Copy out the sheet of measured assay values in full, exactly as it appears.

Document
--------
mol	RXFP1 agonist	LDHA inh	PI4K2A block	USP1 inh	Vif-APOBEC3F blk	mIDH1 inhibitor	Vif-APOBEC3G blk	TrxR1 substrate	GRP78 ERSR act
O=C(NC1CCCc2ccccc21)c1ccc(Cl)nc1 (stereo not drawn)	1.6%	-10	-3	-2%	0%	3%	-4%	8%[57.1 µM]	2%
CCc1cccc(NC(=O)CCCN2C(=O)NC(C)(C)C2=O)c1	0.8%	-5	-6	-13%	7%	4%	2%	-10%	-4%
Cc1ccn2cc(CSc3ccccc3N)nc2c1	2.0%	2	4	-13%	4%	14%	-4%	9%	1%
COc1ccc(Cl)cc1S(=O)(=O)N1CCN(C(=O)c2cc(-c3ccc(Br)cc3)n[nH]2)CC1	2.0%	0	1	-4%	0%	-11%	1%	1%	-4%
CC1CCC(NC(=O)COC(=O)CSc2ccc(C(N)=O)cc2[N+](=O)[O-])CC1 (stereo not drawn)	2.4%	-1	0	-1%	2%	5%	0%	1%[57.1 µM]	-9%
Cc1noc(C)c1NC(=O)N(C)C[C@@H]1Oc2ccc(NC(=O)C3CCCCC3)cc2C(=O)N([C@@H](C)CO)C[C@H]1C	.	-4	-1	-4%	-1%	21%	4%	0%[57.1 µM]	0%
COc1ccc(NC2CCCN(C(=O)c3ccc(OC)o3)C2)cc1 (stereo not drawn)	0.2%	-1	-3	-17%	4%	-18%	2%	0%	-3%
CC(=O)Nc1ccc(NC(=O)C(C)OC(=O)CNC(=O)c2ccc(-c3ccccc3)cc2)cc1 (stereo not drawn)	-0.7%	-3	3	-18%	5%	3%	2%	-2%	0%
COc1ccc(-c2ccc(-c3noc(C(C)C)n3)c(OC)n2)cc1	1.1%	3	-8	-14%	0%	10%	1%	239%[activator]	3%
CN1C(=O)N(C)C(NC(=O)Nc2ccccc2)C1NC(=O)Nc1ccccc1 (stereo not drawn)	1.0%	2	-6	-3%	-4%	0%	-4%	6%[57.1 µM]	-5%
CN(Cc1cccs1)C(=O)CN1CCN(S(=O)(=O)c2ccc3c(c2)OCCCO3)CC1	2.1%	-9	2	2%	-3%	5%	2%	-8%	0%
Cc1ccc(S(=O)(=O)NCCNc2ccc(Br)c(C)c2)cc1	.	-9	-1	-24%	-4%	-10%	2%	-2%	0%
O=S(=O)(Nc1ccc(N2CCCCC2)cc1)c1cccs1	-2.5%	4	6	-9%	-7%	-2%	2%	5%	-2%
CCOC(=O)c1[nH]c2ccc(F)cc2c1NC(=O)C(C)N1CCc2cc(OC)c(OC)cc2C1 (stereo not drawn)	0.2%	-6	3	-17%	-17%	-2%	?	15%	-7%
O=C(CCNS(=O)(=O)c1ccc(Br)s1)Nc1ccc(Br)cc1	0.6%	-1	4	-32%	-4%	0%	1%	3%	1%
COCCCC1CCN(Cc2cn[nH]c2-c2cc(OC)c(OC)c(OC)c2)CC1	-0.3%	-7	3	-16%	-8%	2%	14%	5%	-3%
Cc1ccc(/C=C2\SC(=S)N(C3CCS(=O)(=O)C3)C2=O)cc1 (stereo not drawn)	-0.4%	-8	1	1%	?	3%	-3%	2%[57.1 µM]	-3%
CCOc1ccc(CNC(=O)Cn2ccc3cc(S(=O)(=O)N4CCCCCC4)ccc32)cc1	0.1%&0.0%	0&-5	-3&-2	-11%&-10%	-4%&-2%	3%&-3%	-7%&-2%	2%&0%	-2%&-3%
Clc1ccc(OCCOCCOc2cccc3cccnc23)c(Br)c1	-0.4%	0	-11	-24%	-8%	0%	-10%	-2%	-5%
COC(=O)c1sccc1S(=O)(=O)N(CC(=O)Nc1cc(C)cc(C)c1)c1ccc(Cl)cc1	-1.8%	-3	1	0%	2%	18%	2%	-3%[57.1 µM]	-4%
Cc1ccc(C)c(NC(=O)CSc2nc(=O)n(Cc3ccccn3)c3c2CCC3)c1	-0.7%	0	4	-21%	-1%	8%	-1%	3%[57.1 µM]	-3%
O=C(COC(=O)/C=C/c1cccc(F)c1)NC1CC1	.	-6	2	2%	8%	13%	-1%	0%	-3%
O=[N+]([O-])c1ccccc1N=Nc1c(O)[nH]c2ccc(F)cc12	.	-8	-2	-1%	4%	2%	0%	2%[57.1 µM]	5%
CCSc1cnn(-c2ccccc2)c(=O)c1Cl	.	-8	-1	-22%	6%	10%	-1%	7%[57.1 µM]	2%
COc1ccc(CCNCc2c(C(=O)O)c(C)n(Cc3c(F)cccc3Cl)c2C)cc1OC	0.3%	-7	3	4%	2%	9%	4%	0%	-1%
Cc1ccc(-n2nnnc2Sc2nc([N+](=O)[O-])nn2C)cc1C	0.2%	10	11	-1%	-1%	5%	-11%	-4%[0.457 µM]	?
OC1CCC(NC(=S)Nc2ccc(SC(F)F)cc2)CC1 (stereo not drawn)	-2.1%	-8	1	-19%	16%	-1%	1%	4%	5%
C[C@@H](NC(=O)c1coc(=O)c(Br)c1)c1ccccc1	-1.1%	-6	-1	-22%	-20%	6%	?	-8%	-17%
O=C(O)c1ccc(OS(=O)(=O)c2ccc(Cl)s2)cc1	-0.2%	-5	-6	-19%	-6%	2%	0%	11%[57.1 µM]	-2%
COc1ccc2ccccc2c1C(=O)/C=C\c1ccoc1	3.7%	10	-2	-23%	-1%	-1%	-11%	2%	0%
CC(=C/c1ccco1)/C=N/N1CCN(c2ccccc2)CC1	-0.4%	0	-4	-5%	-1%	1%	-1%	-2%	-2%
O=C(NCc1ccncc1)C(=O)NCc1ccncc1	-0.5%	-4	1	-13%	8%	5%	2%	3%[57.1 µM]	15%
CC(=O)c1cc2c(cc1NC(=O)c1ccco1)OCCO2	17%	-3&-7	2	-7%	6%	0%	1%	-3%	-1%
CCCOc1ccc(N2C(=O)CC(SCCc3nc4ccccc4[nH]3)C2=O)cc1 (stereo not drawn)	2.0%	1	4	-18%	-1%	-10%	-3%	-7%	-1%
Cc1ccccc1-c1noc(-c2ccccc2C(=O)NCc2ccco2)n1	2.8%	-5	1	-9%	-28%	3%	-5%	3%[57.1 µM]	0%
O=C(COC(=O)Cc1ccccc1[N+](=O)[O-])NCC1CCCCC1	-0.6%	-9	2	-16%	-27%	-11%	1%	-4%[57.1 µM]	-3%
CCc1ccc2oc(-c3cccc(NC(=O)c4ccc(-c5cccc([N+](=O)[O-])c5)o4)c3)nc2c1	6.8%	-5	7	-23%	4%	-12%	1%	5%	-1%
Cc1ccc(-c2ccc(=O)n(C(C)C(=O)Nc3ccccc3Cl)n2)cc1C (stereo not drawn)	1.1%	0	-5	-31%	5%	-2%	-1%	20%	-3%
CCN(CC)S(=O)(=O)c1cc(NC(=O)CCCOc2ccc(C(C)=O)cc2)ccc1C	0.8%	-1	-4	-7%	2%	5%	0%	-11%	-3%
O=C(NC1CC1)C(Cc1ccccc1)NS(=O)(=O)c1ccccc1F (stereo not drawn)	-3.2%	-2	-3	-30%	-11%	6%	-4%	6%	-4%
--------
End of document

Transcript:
mol	RXFP1 agonist	LDHA inh	PI4K2A block	USP1 inh	Vif-APOBEC3F blk	mIDH1 inhibitor	Vif-APOBEC3G blk	TrxR1 substrate	GRP78 ERSR act
O=C(NC1CCCc2ccccc21)c1ccc(Cl)nc1 (stereo not drawn)	1.6%	-10	-3	-2%	0%	3%	-4%	8%[57.1 µM]	2%
CCc1cccc(NC(=O)CCCN2C(=O)NC(C)(C)C2=O)c1	0.8%	-5	-6	-13%	7%	4%	2%	-10%	-4%
Cc1ccn2cc(CSc3ccccc3N)nc2c1	2.0%	2	4	-13%	4%	14%	-4%	9%	1%
COc1ccc(Cl)cc1S(=O)(=O)N1CCN(C(=O)c2cc(-c3ccc(Br)cc3)n[nH]2)CC1	2.0%	0	1	-4%	0%	-11%	1%	1%	-4%
CC1CCC(NC(=O)COC(=O)CSc2ccc(C(N)=O)cc2[N+](=O)[O-])CC1 (stereo not drawn)	2.4%	-1	0	-1%	2%	5%	0%	1%[57.1 µM]	-9%
Cc1noc(C)c1NC(=O)N(C)C[C@@H]1Oc2ccc(NC(=O)C3CCCCC3)cc2C(=O)N([C@@H](C)CO)C[C@H]1C	.	-4	-1	-4%	-1%	21%	4%	0%[57.1 µM]	0%
COc1ccc(NC2CCCN(C(=O)c3ccc(OC)o3)C2)cc1 (stereo not drawn)	0.2%	-1	-3	-17%	4%	-18%	2%	0%	-3%
CC(=O)Nc1ccc(NC(=O)C(C)OC(=O)CNC(=O)c2ccc(-c3ccccc3)cc2)cc1 (stereo not drawn)	-0.7%	-3	3	-18%	5%	3%	2%	-2%	0%
COc1ccc(-c2ccc(-c3noc(C(C)C)n3)c(OC)n2)cc1	1.1%	3	-8	-14%	0%	10%	1%	239%[activator]	3%
CN1C(=O)N(C)C(NC(=O)Nc2ccccc2)C1NC(=O)Nc1ccccc1 (stereo not drawn)	1.0%	2	-6	-3%	-4%	0%	-4%	6%[57.1 µM]	-5%
CN(Cc1cccs1)C(=O)CN1CCN(S(=O)(=O)c2ccc3c(c2)OCCCO3)CC1	2.1%	-9	2	2%	-3%	5%	2%	-8%	0%
Cc1ccc(S(=O)(=O)NCCNc2ccc(Br)c(C)c2)cc1	.	-9	-1	-24%	-4%	-10%	2%	-2%	0%
O=S(=O)(Nc1ccc(N2CCCCC2)cc1)c1cccs1	-2.5%	4	6	-9%	-7%	-2%	2%	5%	-2%
CCOC(=O)c1[nH]c2ccc(F)cc2c1NC(=O)C(C)N1CCc2cc(OC)c(OC)cc2C1 (stereo not drawn)	0.2%	-6	3	-17%	-17%	-2%	?	15%	-7%
O=C(CCNS(=O)(=O)c1ccc(Br)s1)Nc1ccc(Br)cc1	0.6%	-1	4	-32%	-4%	0%	1%	3%	1%
COCCCC1CCN(Cc2cn[nH]c2-c2cc(OC)c(OC)c(OC)c2)CC1	-0.3%	-7	3	-16%	-8%	2%	14%	5%	-3%
Cc1ccc(/C=C2\SC(=S)N(C3CCS(=O)(=O)C3)C2=O)cc1 (stereo not drawn)	-0.4%	-8	1	1%	?	3%	-3%	2%[57.1 µM]	-3%
CCOc1ccc(CNC(=O)Cn2ccc3cc(S(=O)(=O)N4CCCCCC4)ccc32)cc1	0.1%&0.0%	0&-5	-3&-2	-11%&-10%	-4%&-2%	3%&-3%	-7%&-2%	2%&0%	-2%&-3%
Clc1ccc(OCCOCCOc2cccc3cccnc23)c(Br)c1	-0.4%	0	-11	-24%	-8%	0%	-10%	-2%	-5%
COC(=O)c1sccc1S(=O)(=O)N(CC(=O)Nc1cc(C)cc(C)c1)c1ccc(Cl)cc1	-1.8%	-3	1	0%	2%	18%	2%	-3%[57.1 µM]	-4%
Cc1ccc(C)c(NC(=O)CSc2nc(=O)n(Cc3ccccn3)c3c2CCC3)c1	-0.7%	0	4	-21%	-1%	8%	-1%	3%[57.1 µM]	-3%
O=C(COC(=O)/C=C/c1cccc(F)c1)NC1CC1	.	-6	2	2%	8%	13%	-1%	0%	-3%
O=[N+]([O-])c1ccccc1N=Nc1c(O)[nH]c2ccc(F)cc12	.	-8	-2	-1%	4%	2%	0%	2%[57.1 µM]	5%
CCSc1cnn(-c2ccccc2)c(=O)c1Cl	.	-8	-1	-22%	6%	10%	-1%	7%[57.1 µM]	2%
COc1ccc(CCNCc2c(C(=O)O)c(C)n(Cc3c(F)cccc3Cl)c2C)cc1OC	0.3%	-7	3	4%	2%	9%	4%	0%	-1%
Cc1ccc(-n2nnnc2Sc2nc([N+](=O)[O-])nn2C)cc1C	0.2%	10	11	-1%	-1%	5%	-11%	-4%[0.457 µM]	?
OC1CCC(NC(=S)Nc2ccc(SC(F)F)cc2)CC1 (stereo not drawn)	-2.1%	-8	1	-19%	16%	-1%	1%	4%	5%
C[C@@H](NC(=O)c1coc(=O)c(Br)c1)c1ccccc1	-1.1%	-6	-1	-22%	-20%	6%	?	-8%	-17%
O=C(O)c1ccc(OS(=O)(=O)c2ccc(Cl)s2)cc1	-0.2%	-5	-6	-19%	-6%	2%	0%	11%[57.1 µM]	-2%
COc1ccc2ccccc2c1C(=O)/C=C\c1ccoc1	3.7%	10	-2	-23%	-1%	-1%	-11%	2%	0%
CC(=C/c1ccco1)/C=N/N1CCN(c2ccccc2)CC1	-0.4%	0	-4	-5%	-1%	1%	-1%	-2%	-2%
O=C(NCc1ccncc1)C(=O)NCc1ccncc1	-0.5%	-4	1	-13%	8%	5%	2%	3%[57.1 µM]	15%
CC(=O)c1cc2c(cc1NC(=O)c1ccco1)OCCO2	17%	-3&-7	2	-7%	6%	0%	1%	-3%	-1%
CCCOc1ccc(N2C(=O)CC(SCCc3nc4ccccc4[nH]3)C2=O)cc1 (stereo not drawn)	2.0%	1	4	-18%	-1%	-10%	-3%	-7%	-1%
Cc1ccccc1-c1noc(-c2ccccc2C(=O)NCc2ccco2)n1	2.8%	-5	1	-9%	-28%	3%	-5%	3%[57.1 µM]	0%
O=C(COC(=O)Cc1ccccc1[N+](=O)[O-])NCC1CCCCC1	-0.6%	-9	2	-16%	-27%	-11%	1%	-4%[57.1 µM]	-3%
CCc1ccc2oc(-c3cccc(NC(=O)c4ccc(-c5cccc([N+](=O)[O-])c5)o4)c3)nc2c1	6.8%	-5	7	-23%	4%	-12%	1%	5%	-1%
Cc1ccc(-c2ccc(=O)n(C(C)C(=O)Nc3ccccc3Cl)n2)cc1C (stereo not drawn)	1.1%	0	-5	-31%	5%	-2%	-1%	20%	-3%
CCN(CC)S(=O)(=O)c1cc(NC(=O)CCCOc2ccc(C(C)=O)cc2)ccc1C	0.8%	-1	-4	-7%	2%	5%	0%	-11%	-3%
O=C(NC1CC1)C(Cc1ccccc1)NS(=O)(=O)c1ccccc1F (stereo not drawn)	-3.2%	-2	-3	-30%	-11%	6%	-4%	6%	-4%